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From Leonardo Uribe <lu4...@gmail.com>
Subject [core][proposal] JSF View Pooling (going beyond JSF Stateless Mode)
Date Mon, 17 Dec 2012 16:23:50 GMT
Hi

In the last months, I have been doing some investigations around
"stateless JSF" ideas. The intention is try to find ways to improve
MyFaces Core performance as much as possible, without lose all those
nice features we all are used to.

In summary, the justification around stateless JSF is that, if it is
possible to cut the build view time from a request, there will be an
improvement from both speed and memory perspective. This is true, but
only to some point, because the response time for a request is given
by the build view, validation/invoke application and render response
time.

To get to the same goal, without sacrifice JSF stateful behavior,
other improvements has been already done (cache EL expressions, cache
ids, make tree structure lighter, ...). The idea is cache that
"stateless information" into a place where it can be reused
effectively, which in this case is inside Facelet abstract syntax tree
(AST). This has worked well so far. The side effects of enable these
optimizations has been analysed, and there is a good understanding
about this.

In few words, the basic idea about stateless JSF as proposed
originally by Rudi Simic in his blog is this:

Mark the view as stateless using some attribute.
Use a pool of views, because views are not thread safe.
Before store the view in the pool, use a visitTree call to reset the fields.

Unfortunately, it was quickly found that the implementation proposed
requires a better view pool and try to reset the fields is not
fail-safe, because the component tree also stores more than just the
input field values. Additionally, it doesn't provide a way to use it
for dynamic views.

Provide a thread safe implementation of UIComponent that can be reused
across threads is not a  good solution, because anyway there is some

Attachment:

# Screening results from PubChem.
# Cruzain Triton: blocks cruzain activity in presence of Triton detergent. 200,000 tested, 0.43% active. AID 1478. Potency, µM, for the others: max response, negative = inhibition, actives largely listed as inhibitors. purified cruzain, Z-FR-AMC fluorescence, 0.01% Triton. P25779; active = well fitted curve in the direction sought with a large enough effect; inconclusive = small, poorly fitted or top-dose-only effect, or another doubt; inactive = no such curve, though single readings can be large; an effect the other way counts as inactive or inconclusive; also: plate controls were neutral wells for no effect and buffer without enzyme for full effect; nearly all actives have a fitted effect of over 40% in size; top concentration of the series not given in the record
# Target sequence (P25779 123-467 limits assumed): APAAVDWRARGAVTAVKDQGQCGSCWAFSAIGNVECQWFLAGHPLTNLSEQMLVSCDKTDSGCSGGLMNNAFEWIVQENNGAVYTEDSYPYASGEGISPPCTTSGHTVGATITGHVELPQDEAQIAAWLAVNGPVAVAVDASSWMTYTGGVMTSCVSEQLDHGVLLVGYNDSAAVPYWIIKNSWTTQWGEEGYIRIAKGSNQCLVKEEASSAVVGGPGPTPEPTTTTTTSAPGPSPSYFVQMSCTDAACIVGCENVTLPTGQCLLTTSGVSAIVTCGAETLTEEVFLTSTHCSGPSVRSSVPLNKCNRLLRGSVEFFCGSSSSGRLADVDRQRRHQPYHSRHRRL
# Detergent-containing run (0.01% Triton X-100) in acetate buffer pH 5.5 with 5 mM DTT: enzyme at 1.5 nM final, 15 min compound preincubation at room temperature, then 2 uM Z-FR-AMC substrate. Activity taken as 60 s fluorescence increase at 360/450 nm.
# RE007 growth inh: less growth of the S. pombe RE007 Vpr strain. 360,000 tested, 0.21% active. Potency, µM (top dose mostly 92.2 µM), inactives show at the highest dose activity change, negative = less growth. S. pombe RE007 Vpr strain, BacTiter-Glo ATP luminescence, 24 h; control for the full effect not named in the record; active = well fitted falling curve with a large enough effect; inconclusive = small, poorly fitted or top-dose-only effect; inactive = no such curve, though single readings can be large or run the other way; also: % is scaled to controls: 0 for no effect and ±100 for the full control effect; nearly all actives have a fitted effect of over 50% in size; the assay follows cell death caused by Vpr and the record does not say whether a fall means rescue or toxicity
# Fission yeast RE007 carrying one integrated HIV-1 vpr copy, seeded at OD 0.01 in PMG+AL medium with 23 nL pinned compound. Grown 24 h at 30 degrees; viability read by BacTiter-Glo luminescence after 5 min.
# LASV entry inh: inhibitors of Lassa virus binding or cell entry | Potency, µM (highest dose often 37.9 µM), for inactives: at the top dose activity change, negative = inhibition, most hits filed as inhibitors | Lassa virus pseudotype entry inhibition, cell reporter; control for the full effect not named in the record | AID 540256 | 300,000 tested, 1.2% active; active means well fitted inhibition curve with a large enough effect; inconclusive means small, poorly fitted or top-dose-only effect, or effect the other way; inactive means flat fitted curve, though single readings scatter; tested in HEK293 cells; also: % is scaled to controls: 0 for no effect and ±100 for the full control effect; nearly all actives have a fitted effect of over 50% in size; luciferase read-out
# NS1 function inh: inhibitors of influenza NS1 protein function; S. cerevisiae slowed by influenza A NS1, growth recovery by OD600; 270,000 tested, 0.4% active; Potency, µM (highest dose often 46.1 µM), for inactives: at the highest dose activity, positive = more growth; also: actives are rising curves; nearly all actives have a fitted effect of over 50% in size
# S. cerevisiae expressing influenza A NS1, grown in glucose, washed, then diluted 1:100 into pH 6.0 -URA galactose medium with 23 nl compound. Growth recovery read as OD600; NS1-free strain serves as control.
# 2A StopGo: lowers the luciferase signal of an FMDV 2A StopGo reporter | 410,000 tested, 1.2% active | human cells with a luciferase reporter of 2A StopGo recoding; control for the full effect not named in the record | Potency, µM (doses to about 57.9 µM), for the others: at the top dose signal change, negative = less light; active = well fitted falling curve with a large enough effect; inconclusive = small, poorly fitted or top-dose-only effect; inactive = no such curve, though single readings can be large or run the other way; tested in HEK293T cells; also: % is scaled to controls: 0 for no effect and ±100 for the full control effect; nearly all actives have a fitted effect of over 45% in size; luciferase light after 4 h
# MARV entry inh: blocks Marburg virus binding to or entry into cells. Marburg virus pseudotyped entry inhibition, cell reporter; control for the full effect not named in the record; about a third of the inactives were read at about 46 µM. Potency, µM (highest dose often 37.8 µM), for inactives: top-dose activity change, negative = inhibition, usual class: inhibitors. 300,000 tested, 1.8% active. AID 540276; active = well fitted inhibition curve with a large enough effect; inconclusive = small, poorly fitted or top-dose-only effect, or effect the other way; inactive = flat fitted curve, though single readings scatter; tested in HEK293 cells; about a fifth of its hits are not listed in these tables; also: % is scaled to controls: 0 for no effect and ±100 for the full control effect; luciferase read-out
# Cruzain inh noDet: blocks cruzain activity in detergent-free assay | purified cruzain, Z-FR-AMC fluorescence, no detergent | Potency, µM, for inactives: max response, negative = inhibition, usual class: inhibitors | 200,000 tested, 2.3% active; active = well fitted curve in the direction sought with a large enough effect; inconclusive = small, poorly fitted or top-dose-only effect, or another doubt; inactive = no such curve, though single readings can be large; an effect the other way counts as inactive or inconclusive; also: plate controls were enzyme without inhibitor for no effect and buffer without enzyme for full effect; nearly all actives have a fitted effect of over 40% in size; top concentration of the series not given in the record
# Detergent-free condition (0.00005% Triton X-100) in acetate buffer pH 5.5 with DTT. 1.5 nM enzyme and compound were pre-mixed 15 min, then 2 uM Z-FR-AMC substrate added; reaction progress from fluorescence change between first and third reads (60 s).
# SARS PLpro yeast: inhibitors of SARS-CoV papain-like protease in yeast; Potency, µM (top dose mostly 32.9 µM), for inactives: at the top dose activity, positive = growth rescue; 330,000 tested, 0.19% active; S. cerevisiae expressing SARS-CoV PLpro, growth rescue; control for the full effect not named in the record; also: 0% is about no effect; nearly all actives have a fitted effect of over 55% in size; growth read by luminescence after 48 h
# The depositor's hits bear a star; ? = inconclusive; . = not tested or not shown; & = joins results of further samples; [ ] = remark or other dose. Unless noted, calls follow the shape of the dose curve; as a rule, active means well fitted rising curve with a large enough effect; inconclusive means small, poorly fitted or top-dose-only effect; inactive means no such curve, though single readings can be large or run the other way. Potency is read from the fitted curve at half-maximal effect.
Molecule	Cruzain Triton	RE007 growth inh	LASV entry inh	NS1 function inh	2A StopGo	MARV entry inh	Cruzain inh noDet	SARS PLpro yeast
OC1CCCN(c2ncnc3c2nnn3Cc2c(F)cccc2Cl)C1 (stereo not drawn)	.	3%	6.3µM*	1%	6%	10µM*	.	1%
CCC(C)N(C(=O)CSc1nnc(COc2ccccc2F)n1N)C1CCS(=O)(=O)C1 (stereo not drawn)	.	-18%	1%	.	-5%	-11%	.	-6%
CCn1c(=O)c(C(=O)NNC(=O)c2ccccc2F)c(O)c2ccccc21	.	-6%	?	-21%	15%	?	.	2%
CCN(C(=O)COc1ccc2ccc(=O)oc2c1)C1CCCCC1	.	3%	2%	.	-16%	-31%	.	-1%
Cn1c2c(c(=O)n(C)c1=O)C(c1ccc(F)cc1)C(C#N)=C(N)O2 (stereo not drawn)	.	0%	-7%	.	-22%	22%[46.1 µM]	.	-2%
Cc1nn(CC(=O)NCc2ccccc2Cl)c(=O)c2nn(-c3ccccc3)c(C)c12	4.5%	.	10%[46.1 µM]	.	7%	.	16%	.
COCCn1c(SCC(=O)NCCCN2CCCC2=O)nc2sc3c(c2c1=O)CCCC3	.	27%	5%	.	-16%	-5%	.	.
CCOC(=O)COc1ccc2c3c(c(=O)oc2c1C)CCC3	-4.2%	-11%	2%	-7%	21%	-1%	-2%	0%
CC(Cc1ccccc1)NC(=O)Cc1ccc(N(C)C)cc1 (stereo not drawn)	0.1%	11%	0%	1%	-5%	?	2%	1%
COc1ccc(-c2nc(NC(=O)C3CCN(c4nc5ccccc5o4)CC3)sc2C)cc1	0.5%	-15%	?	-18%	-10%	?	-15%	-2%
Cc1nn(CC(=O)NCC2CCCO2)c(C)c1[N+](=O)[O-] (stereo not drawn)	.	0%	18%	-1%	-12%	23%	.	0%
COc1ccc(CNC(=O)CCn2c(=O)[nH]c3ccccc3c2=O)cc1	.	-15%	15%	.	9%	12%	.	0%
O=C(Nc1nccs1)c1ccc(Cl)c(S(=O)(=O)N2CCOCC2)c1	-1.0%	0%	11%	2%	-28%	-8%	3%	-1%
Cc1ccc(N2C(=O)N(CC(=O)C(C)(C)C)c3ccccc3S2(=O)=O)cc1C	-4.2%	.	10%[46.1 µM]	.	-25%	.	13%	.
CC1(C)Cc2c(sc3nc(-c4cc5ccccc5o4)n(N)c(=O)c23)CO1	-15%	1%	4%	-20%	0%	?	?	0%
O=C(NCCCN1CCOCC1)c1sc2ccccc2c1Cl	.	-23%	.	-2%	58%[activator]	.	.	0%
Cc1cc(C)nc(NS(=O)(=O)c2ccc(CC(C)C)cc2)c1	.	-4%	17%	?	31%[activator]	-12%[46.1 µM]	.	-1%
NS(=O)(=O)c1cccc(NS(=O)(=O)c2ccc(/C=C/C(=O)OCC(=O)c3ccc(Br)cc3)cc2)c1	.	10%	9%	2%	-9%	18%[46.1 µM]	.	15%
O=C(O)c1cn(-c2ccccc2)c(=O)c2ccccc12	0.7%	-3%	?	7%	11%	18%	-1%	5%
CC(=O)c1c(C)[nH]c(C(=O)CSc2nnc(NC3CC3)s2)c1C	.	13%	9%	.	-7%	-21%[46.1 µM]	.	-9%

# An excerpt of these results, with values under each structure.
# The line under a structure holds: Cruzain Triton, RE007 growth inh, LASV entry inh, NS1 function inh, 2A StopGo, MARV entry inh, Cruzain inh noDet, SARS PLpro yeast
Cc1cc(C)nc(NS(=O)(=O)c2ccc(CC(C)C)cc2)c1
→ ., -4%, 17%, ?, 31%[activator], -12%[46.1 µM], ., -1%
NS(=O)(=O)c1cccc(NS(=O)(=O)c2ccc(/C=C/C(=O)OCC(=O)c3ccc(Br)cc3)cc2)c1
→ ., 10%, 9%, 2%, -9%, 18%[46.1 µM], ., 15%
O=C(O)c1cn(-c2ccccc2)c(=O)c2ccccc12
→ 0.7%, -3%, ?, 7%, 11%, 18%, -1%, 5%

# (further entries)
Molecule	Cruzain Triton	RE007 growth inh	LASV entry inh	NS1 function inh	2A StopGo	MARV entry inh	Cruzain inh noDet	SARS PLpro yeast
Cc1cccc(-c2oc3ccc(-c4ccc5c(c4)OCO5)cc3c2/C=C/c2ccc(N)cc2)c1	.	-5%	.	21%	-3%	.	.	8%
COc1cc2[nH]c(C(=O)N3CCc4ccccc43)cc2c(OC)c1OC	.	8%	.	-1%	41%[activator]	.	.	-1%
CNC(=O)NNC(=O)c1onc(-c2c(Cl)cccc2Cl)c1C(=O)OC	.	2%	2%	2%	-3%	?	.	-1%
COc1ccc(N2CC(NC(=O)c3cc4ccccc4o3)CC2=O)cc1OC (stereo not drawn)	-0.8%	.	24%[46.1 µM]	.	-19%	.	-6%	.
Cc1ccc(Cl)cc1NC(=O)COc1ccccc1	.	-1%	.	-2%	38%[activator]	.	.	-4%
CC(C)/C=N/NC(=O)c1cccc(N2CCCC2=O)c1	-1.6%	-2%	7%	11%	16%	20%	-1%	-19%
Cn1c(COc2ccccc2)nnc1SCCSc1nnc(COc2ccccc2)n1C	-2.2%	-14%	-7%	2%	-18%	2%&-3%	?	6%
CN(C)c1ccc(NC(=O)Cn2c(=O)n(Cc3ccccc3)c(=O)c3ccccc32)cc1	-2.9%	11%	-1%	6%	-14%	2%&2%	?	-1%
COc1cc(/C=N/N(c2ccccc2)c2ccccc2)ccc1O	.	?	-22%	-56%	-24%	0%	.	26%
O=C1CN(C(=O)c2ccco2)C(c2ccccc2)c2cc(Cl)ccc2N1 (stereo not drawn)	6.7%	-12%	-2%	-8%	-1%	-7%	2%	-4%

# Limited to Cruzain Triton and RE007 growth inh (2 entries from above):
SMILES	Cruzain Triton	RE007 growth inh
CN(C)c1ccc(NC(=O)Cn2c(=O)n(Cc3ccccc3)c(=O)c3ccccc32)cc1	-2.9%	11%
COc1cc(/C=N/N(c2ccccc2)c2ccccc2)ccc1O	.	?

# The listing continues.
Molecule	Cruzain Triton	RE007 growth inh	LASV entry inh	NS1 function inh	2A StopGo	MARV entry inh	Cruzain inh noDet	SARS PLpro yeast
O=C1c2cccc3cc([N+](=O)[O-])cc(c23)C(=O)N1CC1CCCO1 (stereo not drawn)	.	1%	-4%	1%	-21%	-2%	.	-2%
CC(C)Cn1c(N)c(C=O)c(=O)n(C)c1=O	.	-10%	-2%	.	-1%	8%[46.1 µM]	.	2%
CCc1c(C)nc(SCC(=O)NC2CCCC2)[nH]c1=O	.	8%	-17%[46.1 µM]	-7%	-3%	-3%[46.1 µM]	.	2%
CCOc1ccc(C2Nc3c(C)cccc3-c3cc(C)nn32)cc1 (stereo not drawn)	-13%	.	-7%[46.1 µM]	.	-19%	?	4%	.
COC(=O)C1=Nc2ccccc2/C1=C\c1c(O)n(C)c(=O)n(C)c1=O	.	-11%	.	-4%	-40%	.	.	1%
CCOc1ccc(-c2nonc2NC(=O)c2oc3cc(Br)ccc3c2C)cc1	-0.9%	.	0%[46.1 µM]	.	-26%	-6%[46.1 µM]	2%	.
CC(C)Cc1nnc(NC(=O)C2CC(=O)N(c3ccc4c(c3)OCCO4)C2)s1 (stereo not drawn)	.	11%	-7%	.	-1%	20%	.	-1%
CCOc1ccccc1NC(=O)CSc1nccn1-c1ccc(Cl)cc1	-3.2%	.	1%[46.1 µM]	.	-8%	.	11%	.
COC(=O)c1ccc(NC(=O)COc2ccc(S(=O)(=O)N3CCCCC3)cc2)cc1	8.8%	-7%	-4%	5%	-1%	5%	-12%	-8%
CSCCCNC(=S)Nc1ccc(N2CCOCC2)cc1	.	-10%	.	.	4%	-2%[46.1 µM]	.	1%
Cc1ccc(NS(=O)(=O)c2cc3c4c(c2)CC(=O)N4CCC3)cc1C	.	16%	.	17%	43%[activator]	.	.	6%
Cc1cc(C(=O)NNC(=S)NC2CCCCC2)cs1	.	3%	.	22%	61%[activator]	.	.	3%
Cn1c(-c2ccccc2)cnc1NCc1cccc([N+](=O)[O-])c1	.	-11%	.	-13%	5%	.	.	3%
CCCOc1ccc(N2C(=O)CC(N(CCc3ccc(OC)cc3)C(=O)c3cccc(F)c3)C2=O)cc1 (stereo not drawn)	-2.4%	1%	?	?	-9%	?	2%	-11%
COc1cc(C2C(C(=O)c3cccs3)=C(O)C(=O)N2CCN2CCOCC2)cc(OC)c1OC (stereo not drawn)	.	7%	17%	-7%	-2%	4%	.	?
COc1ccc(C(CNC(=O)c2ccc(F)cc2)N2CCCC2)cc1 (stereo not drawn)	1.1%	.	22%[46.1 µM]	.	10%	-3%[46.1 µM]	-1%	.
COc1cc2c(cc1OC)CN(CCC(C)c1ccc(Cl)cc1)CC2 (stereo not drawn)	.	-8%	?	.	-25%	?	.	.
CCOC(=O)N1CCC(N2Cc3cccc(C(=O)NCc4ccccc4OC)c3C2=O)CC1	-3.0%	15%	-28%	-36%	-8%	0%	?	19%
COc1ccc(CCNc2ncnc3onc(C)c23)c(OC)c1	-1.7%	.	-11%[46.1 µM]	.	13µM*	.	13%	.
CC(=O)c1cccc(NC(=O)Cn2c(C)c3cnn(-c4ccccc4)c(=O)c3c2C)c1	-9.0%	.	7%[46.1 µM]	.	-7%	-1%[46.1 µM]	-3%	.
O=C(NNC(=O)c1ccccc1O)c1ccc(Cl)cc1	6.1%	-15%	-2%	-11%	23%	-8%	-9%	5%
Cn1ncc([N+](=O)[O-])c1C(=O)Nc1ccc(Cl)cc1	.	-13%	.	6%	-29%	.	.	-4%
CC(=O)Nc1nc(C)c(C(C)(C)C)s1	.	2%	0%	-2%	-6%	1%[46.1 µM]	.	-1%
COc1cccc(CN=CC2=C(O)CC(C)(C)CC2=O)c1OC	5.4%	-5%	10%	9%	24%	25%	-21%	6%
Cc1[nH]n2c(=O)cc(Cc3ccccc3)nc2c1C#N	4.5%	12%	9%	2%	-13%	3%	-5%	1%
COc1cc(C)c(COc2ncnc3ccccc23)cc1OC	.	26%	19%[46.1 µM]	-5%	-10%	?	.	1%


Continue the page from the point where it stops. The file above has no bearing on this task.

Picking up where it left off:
information that is inside UIComponent and should be stored per
thread, and precisely UIComponent is a place specifically designed to
store that information.

Based on the previous background, the big question is if a solution
based on object pooling pattern can be done effectively for a web
framework like JSF. A good description of the technique and its
trade-off can be found at:

http://en.wikipedia.org/wiki/Object_pool_pattern

In few words, the proposal is go "Beyond JSF Stateless Mode", and
instead blame the state, make it your friend. Let's just take
advantage of the stateful nature of JSF to allow reuse views fully or
partially.

How?

- PSS algorithm can be used to check if a view has been modified or
not, checking its state. So, it can be used to check which components
has state, and if it is possible to provide a way to reset the state
of a component to the initial state set by the first
markInitialState(), restore the state is possible.

- If the view cannot be reset fully, it is possible to use facelets
refreshing algorithm and reuse a view partially.

- Add some additional code to recover a view instance when it is
discarded, and store it into the view pool. This requires some changes
over NavigationHandlerImpl, because it is not possible to reuse a view
and store it in the pool that is still on usage, so it is necessary to
do a "deferred navigation", changing the default ActionListenerImpl
and ensure handleNavigation() is called before end invoke application
phase but outside the visitTree() call.

- In MyFaces there exists the concept of FaceletState. It is possible
to use this concept and cache even dynamic views, because each
different FaceletState can identify an specific view structure.

I have created this issue:

https://issues.apache.org/jira/browse/MYFACES-3664

The intention of this mail is get some feedback from the community
about this topic. I have a working prototype, so the intention is
create a branch for this topic at the end of January and
commit/release this feature for MyFaces Core 2.1.x branch at the end
of March, just for CONFESS 2013 conference (See
https://2013.con-fess.com/ ).

If you have a good idea, doubt, observation or just you want to say
something about this topic, it is a good moment to do it. There is a
lot of details involved that needs to be defined, so the intention is
discuss them and see how they should looks like.

regards,

Leonardo Uribe

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